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Genetics. 1986 Dec;114(4):1191-211.

The Effect of an Experimental Bottleneck upon Quantitative Genetic Variation in the Housefly.

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Department of Biology, University of Houston, Houston, Texas 77004.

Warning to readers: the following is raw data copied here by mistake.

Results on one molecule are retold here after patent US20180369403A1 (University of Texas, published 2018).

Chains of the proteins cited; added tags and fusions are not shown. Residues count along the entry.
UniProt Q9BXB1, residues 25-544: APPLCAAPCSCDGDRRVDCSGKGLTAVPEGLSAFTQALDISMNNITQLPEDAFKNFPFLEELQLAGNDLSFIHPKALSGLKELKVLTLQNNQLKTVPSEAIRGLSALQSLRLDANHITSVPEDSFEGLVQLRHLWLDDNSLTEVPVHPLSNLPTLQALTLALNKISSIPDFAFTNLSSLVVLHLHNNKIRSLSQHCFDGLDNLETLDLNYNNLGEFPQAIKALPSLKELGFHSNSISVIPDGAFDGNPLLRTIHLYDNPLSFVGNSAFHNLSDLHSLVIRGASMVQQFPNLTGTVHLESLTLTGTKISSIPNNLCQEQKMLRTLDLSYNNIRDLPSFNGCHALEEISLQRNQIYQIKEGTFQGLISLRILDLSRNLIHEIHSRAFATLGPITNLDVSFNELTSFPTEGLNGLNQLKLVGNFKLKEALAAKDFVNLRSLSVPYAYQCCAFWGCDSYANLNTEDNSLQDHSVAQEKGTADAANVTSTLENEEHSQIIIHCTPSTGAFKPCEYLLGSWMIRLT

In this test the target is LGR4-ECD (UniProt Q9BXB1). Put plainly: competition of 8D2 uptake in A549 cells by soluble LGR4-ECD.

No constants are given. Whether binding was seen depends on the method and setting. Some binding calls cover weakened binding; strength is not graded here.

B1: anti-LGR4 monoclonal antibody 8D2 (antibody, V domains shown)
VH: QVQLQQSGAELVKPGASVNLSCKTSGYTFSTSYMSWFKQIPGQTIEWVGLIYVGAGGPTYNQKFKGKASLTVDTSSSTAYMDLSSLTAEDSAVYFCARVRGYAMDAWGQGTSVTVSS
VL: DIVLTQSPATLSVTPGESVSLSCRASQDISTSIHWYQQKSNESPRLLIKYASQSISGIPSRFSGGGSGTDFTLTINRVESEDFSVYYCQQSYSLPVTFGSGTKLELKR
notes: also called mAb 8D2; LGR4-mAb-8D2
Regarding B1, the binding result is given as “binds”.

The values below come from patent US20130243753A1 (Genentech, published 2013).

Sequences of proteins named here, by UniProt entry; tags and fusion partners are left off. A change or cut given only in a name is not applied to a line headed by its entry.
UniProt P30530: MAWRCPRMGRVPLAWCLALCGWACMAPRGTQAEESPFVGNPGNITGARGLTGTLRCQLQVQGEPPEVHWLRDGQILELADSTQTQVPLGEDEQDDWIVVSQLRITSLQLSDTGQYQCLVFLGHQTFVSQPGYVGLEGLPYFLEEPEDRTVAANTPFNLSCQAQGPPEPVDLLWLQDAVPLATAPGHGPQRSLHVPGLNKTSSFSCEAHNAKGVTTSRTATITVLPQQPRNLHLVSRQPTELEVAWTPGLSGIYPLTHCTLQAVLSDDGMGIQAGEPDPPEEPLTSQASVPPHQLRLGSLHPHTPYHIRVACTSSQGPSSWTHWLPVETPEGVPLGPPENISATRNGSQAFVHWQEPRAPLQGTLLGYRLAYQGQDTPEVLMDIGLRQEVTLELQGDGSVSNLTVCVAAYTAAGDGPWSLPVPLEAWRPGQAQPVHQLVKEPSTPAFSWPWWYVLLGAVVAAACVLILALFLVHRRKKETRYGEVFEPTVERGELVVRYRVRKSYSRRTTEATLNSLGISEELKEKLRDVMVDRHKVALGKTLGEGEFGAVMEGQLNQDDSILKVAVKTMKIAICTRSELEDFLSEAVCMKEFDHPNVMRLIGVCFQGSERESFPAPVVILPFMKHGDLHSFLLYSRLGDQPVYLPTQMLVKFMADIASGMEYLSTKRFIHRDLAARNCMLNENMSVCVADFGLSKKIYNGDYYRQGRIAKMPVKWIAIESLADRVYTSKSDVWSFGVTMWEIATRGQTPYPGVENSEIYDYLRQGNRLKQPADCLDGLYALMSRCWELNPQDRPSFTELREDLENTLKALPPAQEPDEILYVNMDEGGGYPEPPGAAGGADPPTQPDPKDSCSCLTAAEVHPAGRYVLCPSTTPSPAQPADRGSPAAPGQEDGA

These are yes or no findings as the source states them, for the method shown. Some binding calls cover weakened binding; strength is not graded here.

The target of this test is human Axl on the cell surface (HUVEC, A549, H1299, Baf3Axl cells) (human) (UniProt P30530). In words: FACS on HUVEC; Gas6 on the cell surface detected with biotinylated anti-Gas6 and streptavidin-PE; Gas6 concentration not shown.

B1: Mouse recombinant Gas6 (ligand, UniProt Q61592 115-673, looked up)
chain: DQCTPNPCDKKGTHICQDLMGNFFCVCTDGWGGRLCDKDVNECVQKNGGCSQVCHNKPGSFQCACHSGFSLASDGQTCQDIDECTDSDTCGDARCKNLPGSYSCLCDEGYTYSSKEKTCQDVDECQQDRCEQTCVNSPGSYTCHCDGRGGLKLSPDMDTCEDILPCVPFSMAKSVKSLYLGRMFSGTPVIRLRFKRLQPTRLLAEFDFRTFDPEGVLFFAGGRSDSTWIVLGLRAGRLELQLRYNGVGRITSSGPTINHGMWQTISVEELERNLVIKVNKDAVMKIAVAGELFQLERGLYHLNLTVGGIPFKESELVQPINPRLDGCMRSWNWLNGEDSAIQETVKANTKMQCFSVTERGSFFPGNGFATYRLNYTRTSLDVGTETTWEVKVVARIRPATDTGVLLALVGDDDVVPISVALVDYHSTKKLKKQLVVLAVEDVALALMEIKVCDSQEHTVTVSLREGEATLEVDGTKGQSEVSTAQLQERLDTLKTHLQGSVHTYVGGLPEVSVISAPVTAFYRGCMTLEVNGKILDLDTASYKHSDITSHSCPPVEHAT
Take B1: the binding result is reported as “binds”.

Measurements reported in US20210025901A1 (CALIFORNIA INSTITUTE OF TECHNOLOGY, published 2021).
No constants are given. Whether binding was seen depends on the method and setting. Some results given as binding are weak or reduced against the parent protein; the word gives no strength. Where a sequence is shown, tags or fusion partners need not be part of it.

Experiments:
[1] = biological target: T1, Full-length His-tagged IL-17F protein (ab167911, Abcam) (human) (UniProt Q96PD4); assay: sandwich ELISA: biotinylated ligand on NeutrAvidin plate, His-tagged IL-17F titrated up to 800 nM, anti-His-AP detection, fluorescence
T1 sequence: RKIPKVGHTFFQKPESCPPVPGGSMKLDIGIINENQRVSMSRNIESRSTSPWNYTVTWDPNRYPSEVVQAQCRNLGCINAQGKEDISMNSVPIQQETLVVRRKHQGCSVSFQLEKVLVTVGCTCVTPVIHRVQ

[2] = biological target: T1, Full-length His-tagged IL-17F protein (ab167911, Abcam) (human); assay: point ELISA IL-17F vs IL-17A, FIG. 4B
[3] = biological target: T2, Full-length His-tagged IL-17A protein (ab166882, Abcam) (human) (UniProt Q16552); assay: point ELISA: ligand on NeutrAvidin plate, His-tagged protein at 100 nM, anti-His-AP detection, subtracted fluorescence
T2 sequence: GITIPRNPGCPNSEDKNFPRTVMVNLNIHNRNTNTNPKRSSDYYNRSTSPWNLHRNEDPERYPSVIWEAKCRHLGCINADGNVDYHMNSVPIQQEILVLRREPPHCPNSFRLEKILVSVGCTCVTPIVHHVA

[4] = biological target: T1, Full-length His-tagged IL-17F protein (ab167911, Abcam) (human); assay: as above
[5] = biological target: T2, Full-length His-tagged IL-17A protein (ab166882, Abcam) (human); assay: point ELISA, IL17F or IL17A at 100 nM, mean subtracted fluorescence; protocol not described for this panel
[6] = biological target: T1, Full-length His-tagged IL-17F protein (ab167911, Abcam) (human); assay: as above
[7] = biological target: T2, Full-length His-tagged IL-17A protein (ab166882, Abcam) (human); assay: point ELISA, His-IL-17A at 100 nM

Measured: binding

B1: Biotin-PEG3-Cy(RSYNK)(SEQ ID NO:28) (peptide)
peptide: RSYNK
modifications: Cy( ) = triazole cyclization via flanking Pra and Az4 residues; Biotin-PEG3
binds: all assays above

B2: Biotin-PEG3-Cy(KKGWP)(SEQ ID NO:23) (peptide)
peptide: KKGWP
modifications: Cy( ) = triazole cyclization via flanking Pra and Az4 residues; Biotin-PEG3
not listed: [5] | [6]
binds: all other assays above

Effects of a population bottleneck (founder-flush cycle) upon quantitative genetic variation of morphometric traits were examined in replicated experimental lines of the housefly founded with one, four or 16 pairs of flies. Heritability and additive genetic variances for eight morphometric traits generally increased as a result of the bottleneck, but the pattern of increase among bottleneck sizes differed among traits. Principal axes of the additive genetic correlation matrix for the control line yielded two suites of traits, one associated with general body size and another set largely independent of body size. In the former set containing five of the traits, additive genetic variance was greatest in the bottleneck size of four pairs, whereas in the latter set of two traits the largest additive genetic variance occurred in the smallest bottleneck size of one pair. One trait exhibited changes in additive genetic variance intermediate between these two major responses. These results were inconsistent with models of additive effects of alleles within loci or of additive effects among loci. An observed decline in viability measures and body size in the bottleneck lines also indicated that there was nonadditivity of allelic effects for these traits. Several possible nonadditive models were explored that increased additive genetic variance as a result of a bottleneck. These included a model with complete dominance, a model with overdominance and a model incorporating multiplicative epistasis.

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